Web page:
I posted an article whose headline was: “Mormon stake president gets political at church, laments election results.”  Assumptions emerged and a few comments followed. Six.

  1. Oh dear. Stake president FAIL.
  2. I read some of his talk, but then just couldn’t read any more. So awful.
  3. The lines quoted in the second paragraph are the only ones from the talk that I found inappropriate. I don’t agree with his pessimistic viewpoint, but I think that headline is incredibly misleading.
  4. Abortion and using tax dollars to do so, same sex marriage, take God out of the Goverment, leagalization of pot, forces alighning to stop school prayer, but allowing the handing out of birth control etc…Yeah…that sounds like something I want to fight for. Jesus would stand right beside me right?! … Matthew 24:24 Have you read his entire talk…He is quoting past prophets…. and you are offended?!
  5. The Church has made a statement that it is politically neutral, so going against that by sharing your political viewpoints over the pulpit in church is always inappropriate, whether or not you think their political party is right or wrong. There’s nothing wrong with quoting prophets, unless you’re using them toward your own personal agenda. It’s unfortunate is all, because even though they shouldn’t take it personally, some of the church members will probably be offended and turn away :(
  6. noooooooooooooooooooooooooooooope

The article doesn’t necessarily represent me or demonstrate that my testimony is crumbling. I hadn’t read the article when I posted it. I put it on my timeline to remind myself to read it later.

This afternoon, I read the article and the talk that the author referenced. Then I reread the comments from the Facebook thread. Then I reconsidered my initial responses to the comments.

1.

  • Before: This sounds like a heavily political talk.
  • After: The stake president could have left a few statements out and still have given a powerful talk.

2.

  • Before: This sounds like the stake president is ignoring any sort of neutrality in his talk.
  • After: The stake president could have left a few statements out and still have given a powerful talk.

3.

  • Before: I’ll have to read the second paragraph of the article and read through the talk.
  • After: These are the statements that the stake president could have left out. The headline made the talk sound way more politically charged than it felt to me.

4.

  • Before: Knowing my heart, Jesus would have talked to me in complete sentences and with a lot less interrobang. He probably also would have given me a hug. Basically, I find your typos offensive. Also, thanks for your condemnation.
  • After: The world does seem to be taking a turn for the worse, the divide between good and evil is definitely more distinct, and I understand the stake president’s frustration. He could have left out a few statements and still have given a powerful talk.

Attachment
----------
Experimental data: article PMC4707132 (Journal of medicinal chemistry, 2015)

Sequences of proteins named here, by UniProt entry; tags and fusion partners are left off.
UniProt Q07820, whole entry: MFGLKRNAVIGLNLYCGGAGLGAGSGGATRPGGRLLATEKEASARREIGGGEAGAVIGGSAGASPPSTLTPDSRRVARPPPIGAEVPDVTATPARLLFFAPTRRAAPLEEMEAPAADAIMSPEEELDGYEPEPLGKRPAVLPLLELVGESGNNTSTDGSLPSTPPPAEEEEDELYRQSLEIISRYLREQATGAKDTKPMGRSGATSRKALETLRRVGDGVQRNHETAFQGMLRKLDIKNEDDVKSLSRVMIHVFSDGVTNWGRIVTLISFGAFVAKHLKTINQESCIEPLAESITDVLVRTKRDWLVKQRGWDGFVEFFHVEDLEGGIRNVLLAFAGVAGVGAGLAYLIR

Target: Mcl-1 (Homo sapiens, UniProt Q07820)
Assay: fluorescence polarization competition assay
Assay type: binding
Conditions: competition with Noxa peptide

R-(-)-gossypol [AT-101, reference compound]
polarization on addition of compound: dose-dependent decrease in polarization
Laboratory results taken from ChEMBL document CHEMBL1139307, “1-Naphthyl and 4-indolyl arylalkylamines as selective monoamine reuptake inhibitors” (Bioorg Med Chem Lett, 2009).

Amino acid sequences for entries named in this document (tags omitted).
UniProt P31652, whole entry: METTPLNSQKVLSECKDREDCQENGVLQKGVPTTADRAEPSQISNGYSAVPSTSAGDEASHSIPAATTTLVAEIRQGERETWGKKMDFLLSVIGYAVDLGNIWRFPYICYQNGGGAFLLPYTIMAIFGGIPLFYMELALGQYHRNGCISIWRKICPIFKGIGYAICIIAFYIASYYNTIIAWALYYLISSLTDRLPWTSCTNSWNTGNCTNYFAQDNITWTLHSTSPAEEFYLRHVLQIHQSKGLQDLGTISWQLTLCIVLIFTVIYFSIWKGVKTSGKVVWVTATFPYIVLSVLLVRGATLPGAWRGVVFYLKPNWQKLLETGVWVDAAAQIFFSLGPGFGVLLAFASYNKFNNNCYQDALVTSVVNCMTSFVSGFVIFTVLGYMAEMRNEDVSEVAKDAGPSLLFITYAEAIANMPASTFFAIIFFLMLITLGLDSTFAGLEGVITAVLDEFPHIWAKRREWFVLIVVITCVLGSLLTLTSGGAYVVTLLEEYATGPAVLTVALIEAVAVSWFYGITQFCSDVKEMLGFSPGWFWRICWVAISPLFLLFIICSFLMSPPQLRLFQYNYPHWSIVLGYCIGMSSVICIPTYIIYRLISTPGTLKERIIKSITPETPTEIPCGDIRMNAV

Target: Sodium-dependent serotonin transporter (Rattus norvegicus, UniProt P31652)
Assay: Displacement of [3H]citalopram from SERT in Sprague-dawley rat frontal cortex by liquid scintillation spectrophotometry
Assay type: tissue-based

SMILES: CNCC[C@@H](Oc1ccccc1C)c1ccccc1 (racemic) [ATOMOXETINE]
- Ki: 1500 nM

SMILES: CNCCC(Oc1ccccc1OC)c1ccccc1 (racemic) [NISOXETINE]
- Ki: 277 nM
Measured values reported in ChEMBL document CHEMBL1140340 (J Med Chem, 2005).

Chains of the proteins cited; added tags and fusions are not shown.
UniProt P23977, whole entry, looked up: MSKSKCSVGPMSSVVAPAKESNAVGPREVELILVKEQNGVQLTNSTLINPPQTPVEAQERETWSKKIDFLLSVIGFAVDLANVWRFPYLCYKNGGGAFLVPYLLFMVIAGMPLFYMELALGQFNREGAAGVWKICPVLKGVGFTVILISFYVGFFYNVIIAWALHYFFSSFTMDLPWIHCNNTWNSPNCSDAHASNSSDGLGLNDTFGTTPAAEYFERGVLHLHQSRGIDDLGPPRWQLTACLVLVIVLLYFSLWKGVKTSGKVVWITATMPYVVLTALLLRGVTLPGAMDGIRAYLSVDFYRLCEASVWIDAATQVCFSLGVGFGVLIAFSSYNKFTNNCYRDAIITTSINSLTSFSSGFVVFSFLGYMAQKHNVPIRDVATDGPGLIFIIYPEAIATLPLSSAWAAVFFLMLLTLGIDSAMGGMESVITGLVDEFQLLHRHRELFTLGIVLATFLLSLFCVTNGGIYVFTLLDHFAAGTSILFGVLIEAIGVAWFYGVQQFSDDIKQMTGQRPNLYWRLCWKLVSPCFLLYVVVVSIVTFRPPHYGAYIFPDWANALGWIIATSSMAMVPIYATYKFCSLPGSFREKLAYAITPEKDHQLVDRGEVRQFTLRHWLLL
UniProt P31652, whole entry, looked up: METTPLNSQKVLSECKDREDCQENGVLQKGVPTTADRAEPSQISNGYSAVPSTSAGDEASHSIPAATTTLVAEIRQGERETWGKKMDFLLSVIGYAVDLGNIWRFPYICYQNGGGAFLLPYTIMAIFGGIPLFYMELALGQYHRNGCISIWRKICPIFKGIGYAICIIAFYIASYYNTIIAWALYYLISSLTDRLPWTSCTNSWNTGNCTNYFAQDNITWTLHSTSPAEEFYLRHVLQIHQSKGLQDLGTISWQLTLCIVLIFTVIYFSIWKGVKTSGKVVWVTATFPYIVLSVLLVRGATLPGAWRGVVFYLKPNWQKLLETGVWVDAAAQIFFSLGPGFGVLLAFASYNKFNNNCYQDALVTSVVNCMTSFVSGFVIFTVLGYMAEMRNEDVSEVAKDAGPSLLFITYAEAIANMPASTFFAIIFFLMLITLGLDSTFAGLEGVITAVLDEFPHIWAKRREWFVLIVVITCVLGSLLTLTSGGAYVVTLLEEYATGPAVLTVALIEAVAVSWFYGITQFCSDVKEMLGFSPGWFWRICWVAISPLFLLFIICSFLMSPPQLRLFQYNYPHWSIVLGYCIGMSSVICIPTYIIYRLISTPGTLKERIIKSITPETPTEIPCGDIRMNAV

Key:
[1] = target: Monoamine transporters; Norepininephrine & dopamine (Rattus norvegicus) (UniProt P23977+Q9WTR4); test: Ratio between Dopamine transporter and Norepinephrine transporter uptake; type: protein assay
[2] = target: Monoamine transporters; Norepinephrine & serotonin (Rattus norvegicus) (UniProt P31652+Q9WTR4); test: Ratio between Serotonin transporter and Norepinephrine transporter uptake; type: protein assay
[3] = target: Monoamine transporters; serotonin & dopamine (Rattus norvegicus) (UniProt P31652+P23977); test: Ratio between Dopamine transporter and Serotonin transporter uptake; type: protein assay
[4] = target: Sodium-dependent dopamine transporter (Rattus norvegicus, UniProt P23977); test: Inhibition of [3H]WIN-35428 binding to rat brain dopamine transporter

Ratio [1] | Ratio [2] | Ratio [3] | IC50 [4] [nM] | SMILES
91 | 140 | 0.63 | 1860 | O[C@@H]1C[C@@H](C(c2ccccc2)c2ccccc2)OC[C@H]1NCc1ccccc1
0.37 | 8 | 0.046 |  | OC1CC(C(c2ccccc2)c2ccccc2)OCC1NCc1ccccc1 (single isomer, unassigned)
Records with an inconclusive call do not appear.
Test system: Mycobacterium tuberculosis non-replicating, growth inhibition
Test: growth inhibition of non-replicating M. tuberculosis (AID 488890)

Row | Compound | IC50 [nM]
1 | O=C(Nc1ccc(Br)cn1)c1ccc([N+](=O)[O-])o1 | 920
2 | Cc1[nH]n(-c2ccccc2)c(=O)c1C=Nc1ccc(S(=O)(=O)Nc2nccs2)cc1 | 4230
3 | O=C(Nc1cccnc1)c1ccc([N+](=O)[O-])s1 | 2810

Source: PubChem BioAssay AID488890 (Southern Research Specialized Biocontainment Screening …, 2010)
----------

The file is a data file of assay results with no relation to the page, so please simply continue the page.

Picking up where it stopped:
5.

  • Before: The Church has taken a politically neutral stance, and I can’t stop thinking of how I was accused of being offended in the last comment.
  • After: It’s a shame that people get offended either way because of a talk. In a leadership position you really have to make matters more about the Spirit and less about politics. In a leadership position, you often find it hard to separate your politics from church. I’ve definitely heard much worse from the pulpit.

6.

  • Before: I can tell you have something articulate and inspired to say.
  • After: Without even saying anything else, I know what you mean.

Two Sundays ago a guy gave a talk in Church and he said he’s majoring in communications and political science so that one day he can have his own conservative talk show like Brother Glenn Beck.

He went on to tell stories about Bible bashing on his mission. He brought up the scripture about casting your pearls before swine (Matthew 7:6). He kept saying, “Why NOT cast your pearls? You’ll never run out of pearls.”

He made it quite clear that he referred to those against whom he Bible-bashed as swine. And then he pretty blatantly compared pearls to ammunition. You’ll never run out of pearls. You’ll never run out of ammunition. You can just keep shooting at the swine.

His talk was about studying your scriptures with faith.

The aforementioned Matthew 24:24 is about being deceived by false Christs and false prophets. Much of the chapter uses apocalyptic language to describe the world before the Second Coming. I would guess that my friend, commenter #4, attributes the decline of morality in the world to these falsities.

I was bothered by the politics in both talks, not so much because I disagreed with them but because I knew there would be people in each congregation (and now among those who have read the article) who would cling to those few statements and use them as an excuse never to come back to church.

It’s definitely easier to say to hold strong in a church regardless of its imperfect members. But part of the reason the Church has a stance on political neutrality is to protect its imperfect members from themselves, to help us to use our hearts, to look past politics and into souls. Our souls are bigger and worth way more than the limits this fallen world puts on them.

There’s definitely a lot more to say. I’m tired.